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ACOG Pleased Congress Passed Provisions in Omnibus to Improve Maternal Health Outcomes but Dismayed by Medicare Physician Payment Cuts

Washington, D.C.The following is a statement from Iffath Abbasi Hoskins, MD, FACOG, president of the American College of Obstetricians and Gynecologists (ACOG):
“ACOG is pleased to see Congress taking positive steps toward improving maternal health outcomes by prioritizing maternal mental health and creating a permanent option for states to provide 12 months of postpartum Medicaid and Children’s Health Insurance Program (CHIP) coverage through a simplified pathway in the FY 2023 omnibus appropriations bill. This critical policy, established under the American Rescue Plan Act, would have sunsetted in 2027 if Congress had not taken action.
“The maternal mortality rate in the United States is consistently one of the highest among industrialized nations, and recent data showed that the rate had continued to increase, exacerbated by the COVID-19 pandemic. The public health emergency has allowed people across the country to have continuous Medicaid and CHIP coverage after childbirth, even if their state legislators have chosen not to extend coverage. It is critical that postpartum individuals continue to receive coverage for a full year after pregnancy in order to help eliminate the many preventable deaths that occur during the postpartum period, as data have shown.
“While ACOG welcomes this provision as a step in the right direction, it still falls short of what is critically needed to save lives: mandatory, permanent, and comprehensive 12-month postpartum coverage under Medicaid and CHIP.
“Additionally, maternal mental health, a critical component of well-being during pregnancy and the postpartum period, is inextricably linked to the maternal mortality crisis. ACOG is pleased that the omnibus bill included the bipartisan Restoring Hope for Mental Health and Well-Being Act of 2022, which would support screening and increased access to treatment for maternal mental health and substance use disorders, among other things. Maternal mental health conditions affect an estimated one in five pregnant and postpartum individuals, and ACOG looks forward to the successful implementation of this important, lifesaving legislation.
“Lastly, while acknowledging that Congress partially mitigated the 4.5% cuts to physician payment under Medicare in 2023, ACOG is deeply disappointed that Congress is allowing our health care heroes to experience yet another cut. To help address the maternal health care crisis, physicians—and particularly obstetrician–gynecologists—have been tasked with improving quality of and access to care, and yet Medicare physician payment has dropped by 22% over the past two decades, when adjusted for inflation. These significant payment cuts have a negative impact on the mental well-being of physicians striving to practice in an increasingly unsustainable environment. The cuts also threaten overall access to care, as the current rates do not adequately cover the cost of care and further jeopardize the future of private practice. The proposed mitigation is inadequate, and ACOG will continue to advocate for financial stability for physicians through baseline increases reflecting inflation in practice costs and the elimination, replacement, or revision of budget neutrality requirements to allow for appropriate changes in reimbursement.”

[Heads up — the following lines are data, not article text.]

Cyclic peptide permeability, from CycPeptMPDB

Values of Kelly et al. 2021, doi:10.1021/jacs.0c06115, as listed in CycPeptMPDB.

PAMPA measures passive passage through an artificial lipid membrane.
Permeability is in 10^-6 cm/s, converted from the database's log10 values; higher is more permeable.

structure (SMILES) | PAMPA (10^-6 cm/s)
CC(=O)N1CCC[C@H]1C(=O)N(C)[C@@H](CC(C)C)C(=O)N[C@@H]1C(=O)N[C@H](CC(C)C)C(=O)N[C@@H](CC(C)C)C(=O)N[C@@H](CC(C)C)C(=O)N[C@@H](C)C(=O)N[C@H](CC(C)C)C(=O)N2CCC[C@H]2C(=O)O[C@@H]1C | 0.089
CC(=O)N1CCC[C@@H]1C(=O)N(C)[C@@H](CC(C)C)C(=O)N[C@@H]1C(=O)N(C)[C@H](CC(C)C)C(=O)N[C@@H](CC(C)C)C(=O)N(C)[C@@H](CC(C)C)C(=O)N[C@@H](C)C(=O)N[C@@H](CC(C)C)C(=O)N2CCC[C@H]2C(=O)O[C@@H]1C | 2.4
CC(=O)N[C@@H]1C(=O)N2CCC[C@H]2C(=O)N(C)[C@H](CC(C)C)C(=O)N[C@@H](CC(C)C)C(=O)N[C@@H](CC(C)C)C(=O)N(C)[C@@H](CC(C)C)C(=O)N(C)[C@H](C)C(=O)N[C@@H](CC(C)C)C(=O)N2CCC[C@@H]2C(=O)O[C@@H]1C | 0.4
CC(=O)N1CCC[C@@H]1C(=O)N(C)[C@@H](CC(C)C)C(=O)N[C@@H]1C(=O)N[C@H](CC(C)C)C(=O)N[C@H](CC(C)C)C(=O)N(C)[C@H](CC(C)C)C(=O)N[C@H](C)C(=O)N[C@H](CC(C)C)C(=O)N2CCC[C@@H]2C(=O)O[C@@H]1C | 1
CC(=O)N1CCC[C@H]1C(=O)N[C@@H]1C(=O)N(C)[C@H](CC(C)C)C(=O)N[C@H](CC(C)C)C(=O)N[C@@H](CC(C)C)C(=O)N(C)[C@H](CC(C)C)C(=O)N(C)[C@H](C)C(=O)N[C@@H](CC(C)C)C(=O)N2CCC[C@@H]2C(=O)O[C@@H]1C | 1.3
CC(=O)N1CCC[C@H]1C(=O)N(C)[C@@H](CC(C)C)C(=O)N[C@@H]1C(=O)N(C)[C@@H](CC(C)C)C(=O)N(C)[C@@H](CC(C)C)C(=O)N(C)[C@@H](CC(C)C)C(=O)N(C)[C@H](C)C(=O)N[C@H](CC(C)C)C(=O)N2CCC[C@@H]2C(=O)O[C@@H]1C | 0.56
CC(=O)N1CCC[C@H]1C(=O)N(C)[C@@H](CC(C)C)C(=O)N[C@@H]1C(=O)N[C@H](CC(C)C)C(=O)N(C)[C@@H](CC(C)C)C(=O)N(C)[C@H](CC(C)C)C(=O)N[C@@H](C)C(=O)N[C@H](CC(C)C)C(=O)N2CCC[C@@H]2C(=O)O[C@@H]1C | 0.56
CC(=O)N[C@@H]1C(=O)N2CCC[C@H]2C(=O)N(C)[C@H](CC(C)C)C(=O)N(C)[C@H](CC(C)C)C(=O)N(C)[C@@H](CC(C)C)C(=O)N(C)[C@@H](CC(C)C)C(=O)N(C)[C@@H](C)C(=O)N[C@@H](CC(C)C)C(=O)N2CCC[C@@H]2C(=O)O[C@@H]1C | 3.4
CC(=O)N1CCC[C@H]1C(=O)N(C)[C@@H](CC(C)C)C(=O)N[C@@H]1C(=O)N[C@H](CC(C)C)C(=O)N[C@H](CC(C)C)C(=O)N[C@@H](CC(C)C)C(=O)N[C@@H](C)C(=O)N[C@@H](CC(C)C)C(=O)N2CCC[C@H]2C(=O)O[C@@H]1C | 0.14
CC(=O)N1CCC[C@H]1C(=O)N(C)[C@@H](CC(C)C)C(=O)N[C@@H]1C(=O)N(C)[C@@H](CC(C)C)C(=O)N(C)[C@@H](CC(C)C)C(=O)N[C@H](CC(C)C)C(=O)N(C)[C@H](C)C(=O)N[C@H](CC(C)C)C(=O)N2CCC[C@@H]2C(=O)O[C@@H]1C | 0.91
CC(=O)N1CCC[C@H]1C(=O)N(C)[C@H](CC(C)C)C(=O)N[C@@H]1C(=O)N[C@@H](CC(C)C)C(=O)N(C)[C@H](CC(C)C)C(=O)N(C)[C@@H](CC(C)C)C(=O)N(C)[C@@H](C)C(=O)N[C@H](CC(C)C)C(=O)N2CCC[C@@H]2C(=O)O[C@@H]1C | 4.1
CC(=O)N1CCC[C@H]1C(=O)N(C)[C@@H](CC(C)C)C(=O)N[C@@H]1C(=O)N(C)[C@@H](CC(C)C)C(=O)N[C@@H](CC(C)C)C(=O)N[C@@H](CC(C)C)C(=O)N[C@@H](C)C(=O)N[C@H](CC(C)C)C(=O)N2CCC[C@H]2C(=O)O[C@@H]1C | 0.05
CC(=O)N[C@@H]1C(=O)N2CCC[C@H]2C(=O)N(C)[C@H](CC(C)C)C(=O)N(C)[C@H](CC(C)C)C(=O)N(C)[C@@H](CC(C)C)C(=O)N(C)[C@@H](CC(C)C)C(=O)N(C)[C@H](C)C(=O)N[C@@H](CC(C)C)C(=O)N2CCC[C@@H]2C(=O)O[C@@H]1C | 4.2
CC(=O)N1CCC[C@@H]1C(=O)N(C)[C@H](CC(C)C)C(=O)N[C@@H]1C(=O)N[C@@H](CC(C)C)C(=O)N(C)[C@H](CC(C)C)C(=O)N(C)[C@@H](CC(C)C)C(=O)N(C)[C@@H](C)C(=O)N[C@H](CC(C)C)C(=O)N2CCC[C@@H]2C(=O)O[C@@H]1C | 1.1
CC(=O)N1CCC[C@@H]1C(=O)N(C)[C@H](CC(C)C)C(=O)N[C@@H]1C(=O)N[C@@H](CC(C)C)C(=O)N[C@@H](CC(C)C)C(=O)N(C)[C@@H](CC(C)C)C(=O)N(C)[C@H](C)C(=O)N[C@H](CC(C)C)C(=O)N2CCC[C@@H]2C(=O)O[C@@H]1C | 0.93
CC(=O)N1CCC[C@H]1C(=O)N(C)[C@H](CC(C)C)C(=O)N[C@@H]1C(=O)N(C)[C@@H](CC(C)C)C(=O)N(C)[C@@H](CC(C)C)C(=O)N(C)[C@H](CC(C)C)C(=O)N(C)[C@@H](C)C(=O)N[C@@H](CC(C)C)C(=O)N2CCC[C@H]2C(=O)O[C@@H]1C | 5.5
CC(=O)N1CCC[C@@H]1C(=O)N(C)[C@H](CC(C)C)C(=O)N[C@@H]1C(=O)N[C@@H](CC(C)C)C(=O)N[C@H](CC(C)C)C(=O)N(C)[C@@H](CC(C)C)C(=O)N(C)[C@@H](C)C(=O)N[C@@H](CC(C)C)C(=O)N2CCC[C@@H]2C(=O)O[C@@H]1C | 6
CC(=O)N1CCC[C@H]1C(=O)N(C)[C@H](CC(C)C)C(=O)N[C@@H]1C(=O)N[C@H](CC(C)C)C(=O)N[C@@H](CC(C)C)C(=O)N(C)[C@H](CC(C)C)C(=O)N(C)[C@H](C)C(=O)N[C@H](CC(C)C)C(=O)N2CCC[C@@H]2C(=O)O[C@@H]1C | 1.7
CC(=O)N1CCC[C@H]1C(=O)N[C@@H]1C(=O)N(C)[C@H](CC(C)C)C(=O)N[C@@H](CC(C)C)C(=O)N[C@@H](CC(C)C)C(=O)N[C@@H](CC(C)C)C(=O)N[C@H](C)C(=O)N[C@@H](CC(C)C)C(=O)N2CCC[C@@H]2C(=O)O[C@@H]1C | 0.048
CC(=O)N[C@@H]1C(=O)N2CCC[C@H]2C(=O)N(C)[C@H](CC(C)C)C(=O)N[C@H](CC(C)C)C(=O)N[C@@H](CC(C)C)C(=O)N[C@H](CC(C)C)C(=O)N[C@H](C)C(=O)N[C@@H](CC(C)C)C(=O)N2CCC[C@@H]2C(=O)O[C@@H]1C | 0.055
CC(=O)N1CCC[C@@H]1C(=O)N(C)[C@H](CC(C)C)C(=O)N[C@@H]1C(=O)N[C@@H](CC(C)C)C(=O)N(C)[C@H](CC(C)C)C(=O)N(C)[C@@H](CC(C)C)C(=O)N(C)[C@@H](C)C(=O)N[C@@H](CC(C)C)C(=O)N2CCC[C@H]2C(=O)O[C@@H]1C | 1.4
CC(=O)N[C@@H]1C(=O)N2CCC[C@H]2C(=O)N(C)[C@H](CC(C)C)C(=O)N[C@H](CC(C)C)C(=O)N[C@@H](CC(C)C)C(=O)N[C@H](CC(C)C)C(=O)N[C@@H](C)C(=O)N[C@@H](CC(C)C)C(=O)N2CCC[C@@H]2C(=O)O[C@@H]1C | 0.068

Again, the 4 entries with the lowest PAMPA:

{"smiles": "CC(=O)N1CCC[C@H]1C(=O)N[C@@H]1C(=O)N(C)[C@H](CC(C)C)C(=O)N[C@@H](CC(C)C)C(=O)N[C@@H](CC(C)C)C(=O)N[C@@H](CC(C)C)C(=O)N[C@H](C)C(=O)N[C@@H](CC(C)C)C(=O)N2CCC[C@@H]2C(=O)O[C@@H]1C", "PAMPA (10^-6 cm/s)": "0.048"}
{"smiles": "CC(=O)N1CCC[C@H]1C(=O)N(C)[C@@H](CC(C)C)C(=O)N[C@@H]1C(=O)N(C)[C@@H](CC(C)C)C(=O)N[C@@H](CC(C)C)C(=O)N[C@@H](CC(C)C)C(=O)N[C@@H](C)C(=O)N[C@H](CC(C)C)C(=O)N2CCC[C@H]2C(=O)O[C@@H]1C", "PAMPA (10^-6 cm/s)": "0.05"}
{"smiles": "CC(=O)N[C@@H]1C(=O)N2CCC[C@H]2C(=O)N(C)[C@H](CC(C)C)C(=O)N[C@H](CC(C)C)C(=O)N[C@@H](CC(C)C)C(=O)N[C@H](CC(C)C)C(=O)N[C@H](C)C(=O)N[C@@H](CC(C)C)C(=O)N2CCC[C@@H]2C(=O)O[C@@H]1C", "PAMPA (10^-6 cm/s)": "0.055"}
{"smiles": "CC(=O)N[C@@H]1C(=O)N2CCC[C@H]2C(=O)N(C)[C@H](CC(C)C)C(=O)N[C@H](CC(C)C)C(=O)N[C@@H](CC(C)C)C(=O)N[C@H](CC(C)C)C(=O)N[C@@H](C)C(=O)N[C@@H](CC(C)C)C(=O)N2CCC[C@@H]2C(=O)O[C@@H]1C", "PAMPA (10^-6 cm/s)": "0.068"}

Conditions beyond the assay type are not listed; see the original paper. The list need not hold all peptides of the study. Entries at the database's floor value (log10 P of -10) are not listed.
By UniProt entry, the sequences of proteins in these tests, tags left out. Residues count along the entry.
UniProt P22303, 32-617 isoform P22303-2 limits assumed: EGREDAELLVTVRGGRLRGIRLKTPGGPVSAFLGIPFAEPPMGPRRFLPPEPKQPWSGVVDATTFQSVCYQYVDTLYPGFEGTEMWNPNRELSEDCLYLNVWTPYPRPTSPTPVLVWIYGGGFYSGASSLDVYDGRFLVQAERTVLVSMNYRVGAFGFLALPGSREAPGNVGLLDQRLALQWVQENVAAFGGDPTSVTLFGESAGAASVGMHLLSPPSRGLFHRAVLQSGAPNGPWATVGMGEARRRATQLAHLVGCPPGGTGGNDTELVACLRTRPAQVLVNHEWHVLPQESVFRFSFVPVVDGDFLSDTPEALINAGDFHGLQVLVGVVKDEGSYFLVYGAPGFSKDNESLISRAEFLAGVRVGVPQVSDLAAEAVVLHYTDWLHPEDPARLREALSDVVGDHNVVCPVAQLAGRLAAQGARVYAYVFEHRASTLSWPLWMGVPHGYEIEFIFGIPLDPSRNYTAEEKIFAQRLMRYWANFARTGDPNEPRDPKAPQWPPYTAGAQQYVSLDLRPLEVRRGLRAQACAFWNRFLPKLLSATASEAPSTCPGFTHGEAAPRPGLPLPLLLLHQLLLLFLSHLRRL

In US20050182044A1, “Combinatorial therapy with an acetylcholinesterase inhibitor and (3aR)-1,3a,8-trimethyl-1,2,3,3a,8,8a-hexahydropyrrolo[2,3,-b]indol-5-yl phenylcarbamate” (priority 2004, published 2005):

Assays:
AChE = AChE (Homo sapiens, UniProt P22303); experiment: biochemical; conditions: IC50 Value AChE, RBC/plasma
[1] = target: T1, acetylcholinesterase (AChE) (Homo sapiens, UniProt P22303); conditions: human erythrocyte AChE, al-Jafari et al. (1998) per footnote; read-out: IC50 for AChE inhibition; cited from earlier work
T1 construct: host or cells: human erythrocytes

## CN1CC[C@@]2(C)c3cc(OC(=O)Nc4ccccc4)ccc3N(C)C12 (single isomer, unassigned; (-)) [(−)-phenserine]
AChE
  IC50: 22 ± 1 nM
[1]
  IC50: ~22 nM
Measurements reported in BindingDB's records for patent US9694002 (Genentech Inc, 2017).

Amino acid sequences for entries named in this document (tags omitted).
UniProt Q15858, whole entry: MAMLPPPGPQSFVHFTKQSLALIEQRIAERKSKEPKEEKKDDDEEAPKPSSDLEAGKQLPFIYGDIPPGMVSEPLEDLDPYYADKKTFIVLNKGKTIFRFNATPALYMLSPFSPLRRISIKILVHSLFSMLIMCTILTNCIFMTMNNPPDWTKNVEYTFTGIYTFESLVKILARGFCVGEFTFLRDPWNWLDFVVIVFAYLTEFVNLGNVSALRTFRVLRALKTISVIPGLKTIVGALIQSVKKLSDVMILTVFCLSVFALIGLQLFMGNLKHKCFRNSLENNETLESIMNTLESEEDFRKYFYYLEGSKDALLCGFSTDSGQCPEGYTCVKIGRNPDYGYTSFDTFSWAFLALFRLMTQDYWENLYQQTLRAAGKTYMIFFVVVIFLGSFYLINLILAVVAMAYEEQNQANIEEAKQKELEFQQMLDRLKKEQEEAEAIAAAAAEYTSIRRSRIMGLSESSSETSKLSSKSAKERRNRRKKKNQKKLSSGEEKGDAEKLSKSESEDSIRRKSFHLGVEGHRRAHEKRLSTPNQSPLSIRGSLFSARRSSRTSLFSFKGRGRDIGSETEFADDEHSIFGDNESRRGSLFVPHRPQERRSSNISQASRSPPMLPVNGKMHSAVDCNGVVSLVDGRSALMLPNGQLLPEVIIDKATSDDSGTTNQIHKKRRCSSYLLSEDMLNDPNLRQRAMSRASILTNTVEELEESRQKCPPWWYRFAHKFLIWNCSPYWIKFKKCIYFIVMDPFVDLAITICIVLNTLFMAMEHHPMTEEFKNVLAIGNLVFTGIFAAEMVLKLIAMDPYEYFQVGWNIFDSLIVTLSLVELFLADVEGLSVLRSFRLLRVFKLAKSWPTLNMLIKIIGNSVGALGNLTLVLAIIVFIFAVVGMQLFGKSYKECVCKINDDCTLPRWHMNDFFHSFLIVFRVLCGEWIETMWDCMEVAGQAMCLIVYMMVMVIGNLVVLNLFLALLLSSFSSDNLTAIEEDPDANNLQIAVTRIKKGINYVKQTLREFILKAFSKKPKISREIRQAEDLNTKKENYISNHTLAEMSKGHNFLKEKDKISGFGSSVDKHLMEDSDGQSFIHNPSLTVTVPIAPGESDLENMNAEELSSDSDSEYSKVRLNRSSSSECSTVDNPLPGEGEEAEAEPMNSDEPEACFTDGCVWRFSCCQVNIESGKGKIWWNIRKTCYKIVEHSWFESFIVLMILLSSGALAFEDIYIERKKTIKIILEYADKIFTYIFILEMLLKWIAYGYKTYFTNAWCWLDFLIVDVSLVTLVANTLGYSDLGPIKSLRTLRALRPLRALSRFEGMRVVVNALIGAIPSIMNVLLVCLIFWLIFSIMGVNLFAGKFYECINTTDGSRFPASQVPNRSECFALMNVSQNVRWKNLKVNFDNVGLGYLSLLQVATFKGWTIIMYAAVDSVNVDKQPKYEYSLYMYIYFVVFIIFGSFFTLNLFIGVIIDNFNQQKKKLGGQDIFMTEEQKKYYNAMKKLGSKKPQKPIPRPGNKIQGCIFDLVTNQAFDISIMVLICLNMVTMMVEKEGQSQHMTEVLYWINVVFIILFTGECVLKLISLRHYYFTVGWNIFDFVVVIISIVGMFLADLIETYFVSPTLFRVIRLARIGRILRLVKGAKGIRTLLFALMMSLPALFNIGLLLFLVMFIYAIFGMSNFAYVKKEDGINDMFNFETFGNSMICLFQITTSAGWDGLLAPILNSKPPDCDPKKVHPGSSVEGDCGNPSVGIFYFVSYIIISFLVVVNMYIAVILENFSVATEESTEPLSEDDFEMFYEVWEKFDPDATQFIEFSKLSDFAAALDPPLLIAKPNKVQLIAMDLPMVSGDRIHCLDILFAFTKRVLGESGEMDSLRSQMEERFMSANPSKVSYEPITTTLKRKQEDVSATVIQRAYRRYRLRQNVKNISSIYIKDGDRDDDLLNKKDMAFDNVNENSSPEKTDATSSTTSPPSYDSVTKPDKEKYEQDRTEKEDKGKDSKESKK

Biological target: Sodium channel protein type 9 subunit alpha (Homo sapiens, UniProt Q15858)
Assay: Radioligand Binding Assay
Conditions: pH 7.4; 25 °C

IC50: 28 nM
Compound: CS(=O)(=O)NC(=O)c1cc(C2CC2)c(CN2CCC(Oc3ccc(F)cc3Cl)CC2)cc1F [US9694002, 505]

The American College of Obstetricians and Gynecologists (ACOG) is the nation’s leading group of physicians providing evidence-based obstetric and gynecologic care. As a private, voluntary, nonprofit membership organization of more than 60,000 members, ACOG strongly advocates for equitable, exceptional, and respectful care for all women and people in need of obstetric and gynecologic care; maintains the highest standards of clinical practice and continuing education of its members; promotes patient education; and increases awareness among its members and the public of the changing issues facing patients and their families and communities.